Agriculture is central to fostering economic growth, reducing poverty, and improving food security in the African region. More than 70 percent of the rural population depends on agriculture for their livelihoods, and regional economic growth has been constrained by poor performance in the agriculture sector. Achieving the Millennium Development Goals on poverty in Africa will largely depend on increasing agricultural productivity and trade.
A standing committee of the AEF Food and Agriculture industry committee (FAIC). It provides global advisory and related industry insights to the Food and Agriculture industry committee on how to globally scale-up the operations and impact of the Food and Agriculture industry in Africa; to promote its global competitiveness and improve its collaboration with science and technology Research Institutions in Africa and other parts of the world. It would also help to build collaborations with other partners in other parts of the world.
It would be made up of the following:
Would be responsible for the oversight of the Food and Agriculture industry committee. It will work to ensure the continued growth and development of the Food and Agriculture industry committee in Africa and to promote its continued upscaling within the African region and globally.
It would be made up of:
Would be responsible for the review of emerging technical, business, political and related issues impacting on the industry in Africa and advising the Food and Agriculture industry committee appropriately. It shall have powers to set up various technical and or expert committees to execute various aspects of its assignment related to the industry in Africa with a view to enhancing its growth and development including organizing various meetings for this purpose.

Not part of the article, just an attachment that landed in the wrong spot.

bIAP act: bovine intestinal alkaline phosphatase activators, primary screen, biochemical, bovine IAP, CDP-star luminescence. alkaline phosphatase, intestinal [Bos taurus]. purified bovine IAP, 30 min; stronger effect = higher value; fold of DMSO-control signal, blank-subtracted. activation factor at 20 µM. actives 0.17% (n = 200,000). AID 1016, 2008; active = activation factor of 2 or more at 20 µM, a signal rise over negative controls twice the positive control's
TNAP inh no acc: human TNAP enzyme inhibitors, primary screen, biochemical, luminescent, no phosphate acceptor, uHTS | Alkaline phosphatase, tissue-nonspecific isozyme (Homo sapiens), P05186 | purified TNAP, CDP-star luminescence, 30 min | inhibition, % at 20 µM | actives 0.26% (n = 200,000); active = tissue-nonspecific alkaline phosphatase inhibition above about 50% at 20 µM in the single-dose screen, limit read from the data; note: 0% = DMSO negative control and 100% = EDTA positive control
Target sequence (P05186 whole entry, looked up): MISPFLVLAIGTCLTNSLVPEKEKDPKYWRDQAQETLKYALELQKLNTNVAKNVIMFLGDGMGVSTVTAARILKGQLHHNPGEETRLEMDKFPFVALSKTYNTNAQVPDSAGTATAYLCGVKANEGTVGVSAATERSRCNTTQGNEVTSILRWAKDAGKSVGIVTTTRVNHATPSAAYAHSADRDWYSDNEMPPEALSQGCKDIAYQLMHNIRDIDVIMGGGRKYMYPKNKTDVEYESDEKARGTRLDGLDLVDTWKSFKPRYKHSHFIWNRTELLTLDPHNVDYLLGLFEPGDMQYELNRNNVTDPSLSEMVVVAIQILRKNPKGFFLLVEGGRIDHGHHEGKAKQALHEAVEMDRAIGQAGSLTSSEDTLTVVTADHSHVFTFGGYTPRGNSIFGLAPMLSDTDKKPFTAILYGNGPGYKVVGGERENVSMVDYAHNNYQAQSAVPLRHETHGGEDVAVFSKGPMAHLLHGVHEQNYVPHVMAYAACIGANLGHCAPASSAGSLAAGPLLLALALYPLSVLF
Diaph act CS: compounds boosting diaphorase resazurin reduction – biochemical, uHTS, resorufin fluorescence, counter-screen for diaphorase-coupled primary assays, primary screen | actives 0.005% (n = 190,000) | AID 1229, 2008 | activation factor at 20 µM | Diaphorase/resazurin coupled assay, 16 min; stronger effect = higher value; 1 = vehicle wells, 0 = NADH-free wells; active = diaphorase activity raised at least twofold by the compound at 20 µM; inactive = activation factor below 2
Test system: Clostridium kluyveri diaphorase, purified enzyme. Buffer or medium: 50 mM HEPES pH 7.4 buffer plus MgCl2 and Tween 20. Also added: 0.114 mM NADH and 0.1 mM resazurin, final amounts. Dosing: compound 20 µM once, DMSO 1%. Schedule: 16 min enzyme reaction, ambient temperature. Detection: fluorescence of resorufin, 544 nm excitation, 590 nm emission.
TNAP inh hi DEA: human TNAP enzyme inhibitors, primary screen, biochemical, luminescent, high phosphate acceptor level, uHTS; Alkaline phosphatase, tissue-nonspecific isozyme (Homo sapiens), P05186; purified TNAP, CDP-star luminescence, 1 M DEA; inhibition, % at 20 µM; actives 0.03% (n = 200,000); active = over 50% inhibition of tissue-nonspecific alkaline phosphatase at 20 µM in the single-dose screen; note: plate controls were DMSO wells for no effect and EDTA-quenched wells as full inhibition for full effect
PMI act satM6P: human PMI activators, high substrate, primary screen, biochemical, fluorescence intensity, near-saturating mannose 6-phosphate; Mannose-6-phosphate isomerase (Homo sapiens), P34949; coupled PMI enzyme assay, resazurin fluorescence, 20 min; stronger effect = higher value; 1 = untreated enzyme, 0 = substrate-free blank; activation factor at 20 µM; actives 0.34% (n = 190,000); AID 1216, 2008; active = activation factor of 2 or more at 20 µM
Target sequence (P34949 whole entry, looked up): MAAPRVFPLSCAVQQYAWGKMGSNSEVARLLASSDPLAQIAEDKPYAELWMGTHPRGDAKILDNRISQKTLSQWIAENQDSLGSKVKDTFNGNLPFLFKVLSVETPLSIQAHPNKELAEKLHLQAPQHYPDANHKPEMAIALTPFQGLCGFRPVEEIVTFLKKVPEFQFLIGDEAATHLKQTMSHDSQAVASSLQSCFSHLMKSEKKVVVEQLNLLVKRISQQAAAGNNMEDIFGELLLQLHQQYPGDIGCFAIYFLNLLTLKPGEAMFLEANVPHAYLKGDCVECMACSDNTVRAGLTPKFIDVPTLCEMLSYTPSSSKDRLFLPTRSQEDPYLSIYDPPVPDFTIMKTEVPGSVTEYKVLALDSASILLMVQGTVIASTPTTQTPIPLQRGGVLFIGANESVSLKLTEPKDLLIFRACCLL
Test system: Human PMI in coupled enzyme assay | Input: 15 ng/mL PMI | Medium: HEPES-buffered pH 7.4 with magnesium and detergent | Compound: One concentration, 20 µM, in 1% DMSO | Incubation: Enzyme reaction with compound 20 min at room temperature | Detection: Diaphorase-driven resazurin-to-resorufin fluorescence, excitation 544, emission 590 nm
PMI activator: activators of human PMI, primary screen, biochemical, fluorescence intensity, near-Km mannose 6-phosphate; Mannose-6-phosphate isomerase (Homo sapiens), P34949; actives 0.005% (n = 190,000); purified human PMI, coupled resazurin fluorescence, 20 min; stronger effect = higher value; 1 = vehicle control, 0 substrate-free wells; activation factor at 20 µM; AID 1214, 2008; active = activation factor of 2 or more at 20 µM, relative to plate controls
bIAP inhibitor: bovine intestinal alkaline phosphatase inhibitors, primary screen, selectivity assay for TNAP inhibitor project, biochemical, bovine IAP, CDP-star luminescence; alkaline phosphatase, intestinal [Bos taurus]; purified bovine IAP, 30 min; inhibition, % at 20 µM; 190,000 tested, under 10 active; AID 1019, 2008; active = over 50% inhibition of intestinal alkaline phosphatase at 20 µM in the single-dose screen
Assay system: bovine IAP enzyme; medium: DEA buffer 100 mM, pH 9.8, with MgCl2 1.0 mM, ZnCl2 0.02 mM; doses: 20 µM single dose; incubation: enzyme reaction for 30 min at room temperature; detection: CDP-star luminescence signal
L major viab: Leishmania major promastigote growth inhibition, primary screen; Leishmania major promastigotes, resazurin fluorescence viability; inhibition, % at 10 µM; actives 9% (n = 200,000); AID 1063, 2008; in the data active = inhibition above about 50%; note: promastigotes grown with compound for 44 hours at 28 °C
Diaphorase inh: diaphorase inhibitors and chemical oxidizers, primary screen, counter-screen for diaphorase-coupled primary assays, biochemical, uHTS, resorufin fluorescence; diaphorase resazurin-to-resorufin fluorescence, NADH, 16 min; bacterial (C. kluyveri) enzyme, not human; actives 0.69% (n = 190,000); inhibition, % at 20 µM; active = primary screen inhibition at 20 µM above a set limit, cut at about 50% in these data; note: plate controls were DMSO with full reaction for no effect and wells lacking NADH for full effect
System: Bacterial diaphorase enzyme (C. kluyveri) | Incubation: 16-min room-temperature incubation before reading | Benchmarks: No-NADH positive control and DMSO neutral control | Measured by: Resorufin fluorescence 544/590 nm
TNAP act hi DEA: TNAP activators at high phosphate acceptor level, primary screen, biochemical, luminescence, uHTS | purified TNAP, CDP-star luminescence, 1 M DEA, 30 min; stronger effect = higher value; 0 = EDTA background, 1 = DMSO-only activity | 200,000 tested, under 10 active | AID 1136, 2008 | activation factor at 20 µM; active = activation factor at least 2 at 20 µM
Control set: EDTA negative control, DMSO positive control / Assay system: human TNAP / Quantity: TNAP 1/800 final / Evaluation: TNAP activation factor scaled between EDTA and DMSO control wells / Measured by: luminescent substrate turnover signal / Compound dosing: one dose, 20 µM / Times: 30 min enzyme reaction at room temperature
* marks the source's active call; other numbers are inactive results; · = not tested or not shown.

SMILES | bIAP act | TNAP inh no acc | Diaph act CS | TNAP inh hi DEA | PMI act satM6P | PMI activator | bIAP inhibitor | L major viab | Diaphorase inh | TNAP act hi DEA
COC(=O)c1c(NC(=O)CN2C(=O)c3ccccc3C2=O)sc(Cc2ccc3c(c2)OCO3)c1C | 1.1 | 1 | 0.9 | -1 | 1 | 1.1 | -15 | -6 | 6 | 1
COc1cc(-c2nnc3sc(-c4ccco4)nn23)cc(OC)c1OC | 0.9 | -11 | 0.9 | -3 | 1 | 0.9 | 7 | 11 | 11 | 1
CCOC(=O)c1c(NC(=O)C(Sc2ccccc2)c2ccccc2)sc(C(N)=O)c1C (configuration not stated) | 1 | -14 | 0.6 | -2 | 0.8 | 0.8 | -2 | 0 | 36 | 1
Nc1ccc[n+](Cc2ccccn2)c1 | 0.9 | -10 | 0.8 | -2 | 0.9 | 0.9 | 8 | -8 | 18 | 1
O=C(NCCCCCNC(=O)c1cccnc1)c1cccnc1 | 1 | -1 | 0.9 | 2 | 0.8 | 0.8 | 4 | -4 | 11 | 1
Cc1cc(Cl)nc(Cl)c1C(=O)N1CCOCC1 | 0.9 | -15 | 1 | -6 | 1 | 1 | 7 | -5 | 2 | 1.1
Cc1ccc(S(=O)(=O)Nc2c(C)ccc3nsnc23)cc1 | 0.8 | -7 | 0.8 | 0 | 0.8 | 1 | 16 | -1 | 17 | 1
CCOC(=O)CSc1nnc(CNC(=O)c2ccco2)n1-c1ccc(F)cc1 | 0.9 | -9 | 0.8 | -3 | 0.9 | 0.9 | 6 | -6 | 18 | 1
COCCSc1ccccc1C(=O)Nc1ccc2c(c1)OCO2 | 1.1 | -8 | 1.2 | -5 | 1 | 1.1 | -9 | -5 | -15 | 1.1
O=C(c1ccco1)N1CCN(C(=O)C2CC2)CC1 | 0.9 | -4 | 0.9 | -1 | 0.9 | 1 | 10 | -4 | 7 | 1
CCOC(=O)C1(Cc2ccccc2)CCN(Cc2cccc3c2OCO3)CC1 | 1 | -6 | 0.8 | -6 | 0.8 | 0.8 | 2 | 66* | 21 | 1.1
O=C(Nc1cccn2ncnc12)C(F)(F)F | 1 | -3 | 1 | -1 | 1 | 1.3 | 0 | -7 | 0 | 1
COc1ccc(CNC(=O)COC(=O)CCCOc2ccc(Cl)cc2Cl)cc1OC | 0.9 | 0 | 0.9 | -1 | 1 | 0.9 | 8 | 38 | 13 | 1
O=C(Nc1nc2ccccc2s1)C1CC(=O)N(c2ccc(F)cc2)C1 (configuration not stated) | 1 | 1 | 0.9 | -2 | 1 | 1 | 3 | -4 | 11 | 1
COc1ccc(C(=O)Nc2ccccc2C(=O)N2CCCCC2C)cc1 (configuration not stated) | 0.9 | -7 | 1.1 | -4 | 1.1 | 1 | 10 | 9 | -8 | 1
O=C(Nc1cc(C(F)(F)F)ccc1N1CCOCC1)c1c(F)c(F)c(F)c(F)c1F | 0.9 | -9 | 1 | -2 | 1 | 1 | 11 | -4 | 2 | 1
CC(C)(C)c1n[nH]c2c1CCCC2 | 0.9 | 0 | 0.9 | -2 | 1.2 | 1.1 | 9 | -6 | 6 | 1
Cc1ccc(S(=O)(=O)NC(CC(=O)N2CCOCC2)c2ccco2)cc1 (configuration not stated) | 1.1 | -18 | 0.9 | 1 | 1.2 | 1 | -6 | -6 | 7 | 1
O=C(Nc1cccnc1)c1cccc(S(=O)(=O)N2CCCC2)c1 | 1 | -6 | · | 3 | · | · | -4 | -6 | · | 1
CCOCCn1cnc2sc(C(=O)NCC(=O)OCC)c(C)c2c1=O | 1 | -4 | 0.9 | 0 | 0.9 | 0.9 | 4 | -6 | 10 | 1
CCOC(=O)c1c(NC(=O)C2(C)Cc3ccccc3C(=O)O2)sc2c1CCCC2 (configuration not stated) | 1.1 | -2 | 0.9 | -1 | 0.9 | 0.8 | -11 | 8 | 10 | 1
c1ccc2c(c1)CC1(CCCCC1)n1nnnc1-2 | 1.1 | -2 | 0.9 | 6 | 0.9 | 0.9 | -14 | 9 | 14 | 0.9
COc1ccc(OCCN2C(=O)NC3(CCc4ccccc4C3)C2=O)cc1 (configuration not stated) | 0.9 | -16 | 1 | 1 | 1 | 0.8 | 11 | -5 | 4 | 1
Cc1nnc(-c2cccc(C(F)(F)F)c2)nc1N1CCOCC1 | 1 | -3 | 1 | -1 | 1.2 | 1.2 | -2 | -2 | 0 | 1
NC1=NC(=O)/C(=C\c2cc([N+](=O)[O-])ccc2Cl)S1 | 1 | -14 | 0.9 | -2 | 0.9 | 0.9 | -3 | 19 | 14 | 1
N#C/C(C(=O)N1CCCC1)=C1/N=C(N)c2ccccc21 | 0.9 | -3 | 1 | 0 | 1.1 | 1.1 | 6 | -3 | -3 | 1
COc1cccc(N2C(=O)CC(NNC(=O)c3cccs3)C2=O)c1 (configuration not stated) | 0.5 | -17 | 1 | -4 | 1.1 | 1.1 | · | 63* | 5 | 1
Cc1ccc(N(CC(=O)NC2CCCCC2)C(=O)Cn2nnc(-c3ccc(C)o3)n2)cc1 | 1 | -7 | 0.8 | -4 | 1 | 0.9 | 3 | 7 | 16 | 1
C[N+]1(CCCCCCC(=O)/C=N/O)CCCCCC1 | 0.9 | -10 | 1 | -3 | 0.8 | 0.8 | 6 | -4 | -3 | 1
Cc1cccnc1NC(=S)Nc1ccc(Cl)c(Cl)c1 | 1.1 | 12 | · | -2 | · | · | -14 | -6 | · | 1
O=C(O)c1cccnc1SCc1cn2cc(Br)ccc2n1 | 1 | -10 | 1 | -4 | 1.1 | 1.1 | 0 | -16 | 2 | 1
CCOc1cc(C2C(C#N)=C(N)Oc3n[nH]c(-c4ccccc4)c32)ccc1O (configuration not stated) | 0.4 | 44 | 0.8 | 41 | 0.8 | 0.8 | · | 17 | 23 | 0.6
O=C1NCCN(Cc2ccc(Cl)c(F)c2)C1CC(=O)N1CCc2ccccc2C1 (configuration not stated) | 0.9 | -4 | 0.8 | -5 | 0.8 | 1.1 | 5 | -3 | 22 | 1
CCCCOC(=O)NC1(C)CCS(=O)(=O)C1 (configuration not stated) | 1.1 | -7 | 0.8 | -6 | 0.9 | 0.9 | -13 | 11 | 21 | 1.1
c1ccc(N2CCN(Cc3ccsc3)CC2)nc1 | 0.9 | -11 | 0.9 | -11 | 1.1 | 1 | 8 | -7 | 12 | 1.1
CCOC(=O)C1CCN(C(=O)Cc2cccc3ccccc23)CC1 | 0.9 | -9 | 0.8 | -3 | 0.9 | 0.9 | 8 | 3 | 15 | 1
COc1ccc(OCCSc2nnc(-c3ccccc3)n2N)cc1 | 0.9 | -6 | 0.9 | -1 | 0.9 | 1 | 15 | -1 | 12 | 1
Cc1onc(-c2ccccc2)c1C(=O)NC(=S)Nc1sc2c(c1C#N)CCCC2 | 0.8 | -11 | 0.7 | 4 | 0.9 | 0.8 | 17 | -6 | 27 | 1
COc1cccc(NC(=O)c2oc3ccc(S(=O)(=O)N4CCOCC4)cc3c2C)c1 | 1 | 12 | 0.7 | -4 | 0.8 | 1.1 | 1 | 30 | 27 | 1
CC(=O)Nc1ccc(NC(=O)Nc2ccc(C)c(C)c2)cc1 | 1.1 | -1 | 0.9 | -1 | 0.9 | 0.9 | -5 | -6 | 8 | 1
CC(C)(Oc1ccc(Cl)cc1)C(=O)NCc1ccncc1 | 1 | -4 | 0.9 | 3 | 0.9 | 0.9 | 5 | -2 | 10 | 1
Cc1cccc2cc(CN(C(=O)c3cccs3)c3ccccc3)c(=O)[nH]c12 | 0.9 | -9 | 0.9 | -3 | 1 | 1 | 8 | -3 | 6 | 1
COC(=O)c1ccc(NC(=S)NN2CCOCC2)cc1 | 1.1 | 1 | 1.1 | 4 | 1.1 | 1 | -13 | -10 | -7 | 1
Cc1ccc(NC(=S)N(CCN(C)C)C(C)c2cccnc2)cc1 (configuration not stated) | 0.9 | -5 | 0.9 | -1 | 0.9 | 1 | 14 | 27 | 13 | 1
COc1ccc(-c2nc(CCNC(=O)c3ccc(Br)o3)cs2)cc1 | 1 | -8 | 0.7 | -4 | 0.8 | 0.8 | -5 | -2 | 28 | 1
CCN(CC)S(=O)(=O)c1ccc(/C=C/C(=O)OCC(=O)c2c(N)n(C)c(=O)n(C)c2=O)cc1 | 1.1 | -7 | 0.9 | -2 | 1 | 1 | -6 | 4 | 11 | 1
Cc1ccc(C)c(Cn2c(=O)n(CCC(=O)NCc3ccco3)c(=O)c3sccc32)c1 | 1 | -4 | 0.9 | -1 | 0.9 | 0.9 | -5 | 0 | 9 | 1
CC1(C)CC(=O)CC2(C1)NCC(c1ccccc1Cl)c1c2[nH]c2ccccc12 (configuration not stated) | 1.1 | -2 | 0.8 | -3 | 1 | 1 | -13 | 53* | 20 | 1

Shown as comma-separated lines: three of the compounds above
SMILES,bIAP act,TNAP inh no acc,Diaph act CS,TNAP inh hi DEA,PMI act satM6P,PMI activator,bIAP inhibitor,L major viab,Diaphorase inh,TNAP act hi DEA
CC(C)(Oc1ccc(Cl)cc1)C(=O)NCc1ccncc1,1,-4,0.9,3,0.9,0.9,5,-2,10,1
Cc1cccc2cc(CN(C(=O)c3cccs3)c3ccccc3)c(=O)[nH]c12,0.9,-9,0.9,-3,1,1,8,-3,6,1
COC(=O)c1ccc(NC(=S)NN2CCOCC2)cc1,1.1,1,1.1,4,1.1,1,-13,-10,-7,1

Membership of the committee:
Would be responsible for the smooth engagement of the Food and Agriculture Industry in Africa with relevant Government Agencies/regulatory bodies concerned with the setting up and or operations of the Food and Agriculture industry in Africa. It will ensure continued the good relationship of members of the Food and Agricultural industry committee and various public agencies concerned with regulation and or operations of the industry in Africa. It would ensure the creation and operation of appropriate platforms for promoting good understanding between the industry members and those of the relevant publics in Africa.
Membership of the Committee:
Nominations are invited for membership of the following committees.